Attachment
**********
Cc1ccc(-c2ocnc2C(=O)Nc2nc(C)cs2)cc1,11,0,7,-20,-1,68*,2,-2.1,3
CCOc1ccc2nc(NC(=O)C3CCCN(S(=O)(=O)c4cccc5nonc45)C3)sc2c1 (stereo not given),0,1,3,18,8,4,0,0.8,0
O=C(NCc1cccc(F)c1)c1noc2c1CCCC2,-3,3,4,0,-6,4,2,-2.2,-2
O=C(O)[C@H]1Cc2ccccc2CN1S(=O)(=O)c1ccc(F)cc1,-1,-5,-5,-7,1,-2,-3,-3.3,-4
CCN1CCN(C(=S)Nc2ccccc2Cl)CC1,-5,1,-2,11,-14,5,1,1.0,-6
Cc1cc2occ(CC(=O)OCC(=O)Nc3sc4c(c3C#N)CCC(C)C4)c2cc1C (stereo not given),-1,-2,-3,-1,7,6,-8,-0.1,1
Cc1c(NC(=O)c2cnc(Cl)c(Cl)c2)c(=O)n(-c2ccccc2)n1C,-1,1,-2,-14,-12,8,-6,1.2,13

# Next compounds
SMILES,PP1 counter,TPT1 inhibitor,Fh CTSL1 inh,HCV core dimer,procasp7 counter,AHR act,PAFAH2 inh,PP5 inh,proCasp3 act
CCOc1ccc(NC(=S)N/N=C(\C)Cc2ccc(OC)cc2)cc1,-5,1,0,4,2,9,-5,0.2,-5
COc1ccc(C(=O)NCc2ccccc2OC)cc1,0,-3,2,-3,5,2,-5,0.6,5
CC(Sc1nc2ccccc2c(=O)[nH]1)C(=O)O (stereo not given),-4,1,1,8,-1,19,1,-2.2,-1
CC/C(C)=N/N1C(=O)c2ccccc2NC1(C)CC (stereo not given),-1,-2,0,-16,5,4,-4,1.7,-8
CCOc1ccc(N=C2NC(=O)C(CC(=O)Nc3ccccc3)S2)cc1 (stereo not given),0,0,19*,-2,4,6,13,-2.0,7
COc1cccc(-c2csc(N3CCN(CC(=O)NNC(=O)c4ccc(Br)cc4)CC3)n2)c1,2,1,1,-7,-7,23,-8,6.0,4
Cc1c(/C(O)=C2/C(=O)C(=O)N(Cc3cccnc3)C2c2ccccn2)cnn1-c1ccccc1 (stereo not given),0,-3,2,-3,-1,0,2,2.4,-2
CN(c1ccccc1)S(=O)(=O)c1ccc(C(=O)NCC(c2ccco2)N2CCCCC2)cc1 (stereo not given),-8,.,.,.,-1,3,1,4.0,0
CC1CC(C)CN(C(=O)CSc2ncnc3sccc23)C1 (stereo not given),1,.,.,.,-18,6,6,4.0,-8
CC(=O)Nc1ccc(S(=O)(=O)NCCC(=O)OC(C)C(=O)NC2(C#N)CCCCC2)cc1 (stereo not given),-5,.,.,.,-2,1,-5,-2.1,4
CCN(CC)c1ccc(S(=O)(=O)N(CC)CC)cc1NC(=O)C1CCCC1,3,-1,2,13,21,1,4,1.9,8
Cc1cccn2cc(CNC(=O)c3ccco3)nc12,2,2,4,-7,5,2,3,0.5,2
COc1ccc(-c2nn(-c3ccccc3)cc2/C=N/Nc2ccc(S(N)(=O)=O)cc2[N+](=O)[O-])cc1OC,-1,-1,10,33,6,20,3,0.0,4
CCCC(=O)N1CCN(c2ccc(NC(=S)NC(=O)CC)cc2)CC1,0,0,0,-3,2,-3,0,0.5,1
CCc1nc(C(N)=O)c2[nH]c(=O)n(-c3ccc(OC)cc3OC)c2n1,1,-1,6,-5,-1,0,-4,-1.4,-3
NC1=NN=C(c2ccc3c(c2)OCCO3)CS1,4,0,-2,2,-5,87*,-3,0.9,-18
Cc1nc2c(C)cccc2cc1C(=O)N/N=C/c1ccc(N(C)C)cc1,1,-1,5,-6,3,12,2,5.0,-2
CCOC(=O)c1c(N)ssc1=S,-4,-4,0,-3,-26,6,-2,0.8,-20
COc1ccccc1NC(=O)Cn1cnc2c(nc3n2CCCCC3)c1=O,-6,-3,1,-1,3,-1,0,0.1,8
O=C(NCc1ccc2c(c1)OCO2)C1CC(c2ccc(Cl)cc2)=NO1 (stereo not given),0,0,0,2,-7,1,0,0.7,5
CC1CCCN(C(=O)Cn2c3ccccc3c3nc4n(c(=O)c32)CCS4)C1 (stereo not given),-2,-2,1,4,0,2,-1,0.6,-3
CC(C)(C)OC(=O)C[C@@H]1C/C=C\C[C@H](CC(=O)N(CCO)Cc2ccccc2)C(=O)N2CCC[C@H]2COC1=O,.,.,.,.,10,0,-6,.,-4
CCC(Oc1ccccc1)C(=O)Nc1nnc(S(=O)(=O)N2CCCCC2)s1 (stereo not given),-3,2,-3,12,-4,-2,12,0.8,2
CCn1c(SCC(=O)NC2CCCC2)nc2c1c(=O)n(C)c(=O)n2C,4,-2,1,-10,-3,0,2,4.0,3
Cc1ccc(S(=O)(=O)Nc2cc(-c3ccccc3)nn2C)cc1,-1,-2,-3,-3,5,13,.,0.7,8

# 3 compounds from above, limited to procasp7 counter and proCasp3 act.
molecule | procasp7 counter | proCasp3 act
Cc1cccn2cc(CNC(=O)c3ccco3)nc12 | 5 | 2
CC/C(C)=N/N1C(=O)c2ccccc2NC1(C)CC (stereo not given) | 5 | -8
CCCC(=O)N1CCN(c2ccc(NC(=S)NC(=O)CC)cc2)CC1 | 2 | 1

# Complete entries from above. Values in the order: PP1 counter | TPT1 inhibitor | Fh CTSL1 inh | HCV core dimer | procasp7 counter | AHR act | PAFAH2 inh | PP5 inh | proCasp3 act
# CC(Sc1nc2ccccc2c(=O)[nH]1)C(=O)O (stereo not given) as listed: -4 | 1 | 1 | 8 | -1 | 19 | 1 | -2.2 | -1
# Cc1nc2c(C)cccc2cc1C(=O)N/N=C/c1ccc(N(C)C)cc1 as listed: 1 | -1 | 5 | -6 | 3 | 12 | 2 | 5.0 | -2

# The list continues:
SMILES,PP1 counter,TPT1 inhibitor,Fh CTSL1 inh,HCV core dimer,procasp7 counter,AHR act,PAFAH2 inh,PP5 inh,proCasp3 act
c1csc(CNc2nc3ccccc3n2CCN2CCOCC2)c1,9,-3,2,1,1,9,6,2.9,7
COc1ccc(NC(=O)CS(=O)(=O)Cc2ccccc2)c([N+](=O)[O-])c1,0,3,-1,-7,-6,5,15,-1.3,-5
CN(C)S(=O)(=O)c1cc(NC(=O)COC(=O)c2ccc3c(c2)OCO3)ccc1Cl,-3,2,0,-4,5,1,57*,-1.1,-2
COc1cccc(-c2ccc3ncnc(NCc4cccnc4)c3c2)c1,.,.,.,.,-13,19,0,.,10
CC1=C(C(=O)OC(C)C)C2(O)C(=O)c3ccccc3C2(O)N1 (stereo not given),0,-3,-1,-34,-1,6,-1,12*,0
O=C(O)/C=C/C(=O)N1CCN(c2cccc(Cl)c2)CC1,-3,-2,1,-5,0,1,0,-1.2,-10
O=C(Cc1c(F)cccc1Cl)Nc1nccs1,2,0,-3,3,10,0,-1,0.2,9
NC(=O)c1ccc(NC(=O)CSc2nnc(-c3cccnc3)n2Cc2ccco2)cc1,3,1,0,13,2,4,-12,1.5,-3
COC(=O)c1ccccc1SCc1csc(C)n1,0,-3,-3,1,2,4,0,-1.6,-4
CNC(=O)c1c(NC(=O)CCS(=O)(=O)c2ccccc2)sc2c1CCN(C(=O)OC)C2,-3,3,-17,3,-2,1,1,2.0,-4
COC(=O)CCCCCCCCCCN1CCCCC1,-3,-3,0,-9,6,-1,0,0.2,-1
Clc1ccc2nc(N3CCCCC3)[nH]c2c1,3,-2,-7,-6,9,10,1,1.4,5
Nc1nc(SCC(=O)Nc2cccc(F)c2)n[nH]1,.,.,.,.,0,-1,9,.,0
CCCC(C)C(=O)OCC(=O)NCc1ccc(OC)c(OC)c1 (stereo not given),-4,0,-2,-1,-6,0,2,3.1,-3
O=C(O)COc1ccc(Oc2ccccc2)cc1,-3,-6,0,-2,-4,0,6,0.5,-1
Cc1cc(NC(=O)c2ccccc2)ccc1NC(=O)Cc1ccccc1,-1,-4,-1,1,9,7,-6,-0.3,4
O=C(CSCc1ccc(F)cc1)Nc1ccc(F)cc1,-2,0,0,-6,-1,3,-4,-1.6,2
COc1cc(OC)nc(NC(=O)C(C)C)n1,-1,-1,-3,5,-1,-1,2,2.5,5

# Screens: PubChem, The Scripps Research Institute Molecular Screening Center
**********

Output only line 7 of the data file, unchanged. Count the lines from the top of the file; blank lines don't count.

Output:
Cc1c(NC(=O)c2cnc(Cl)c(Cl)c2)c(=O)n(-c2ccccc2)n1C,-1,1,-2,-14,-12,8,-6,1.2,13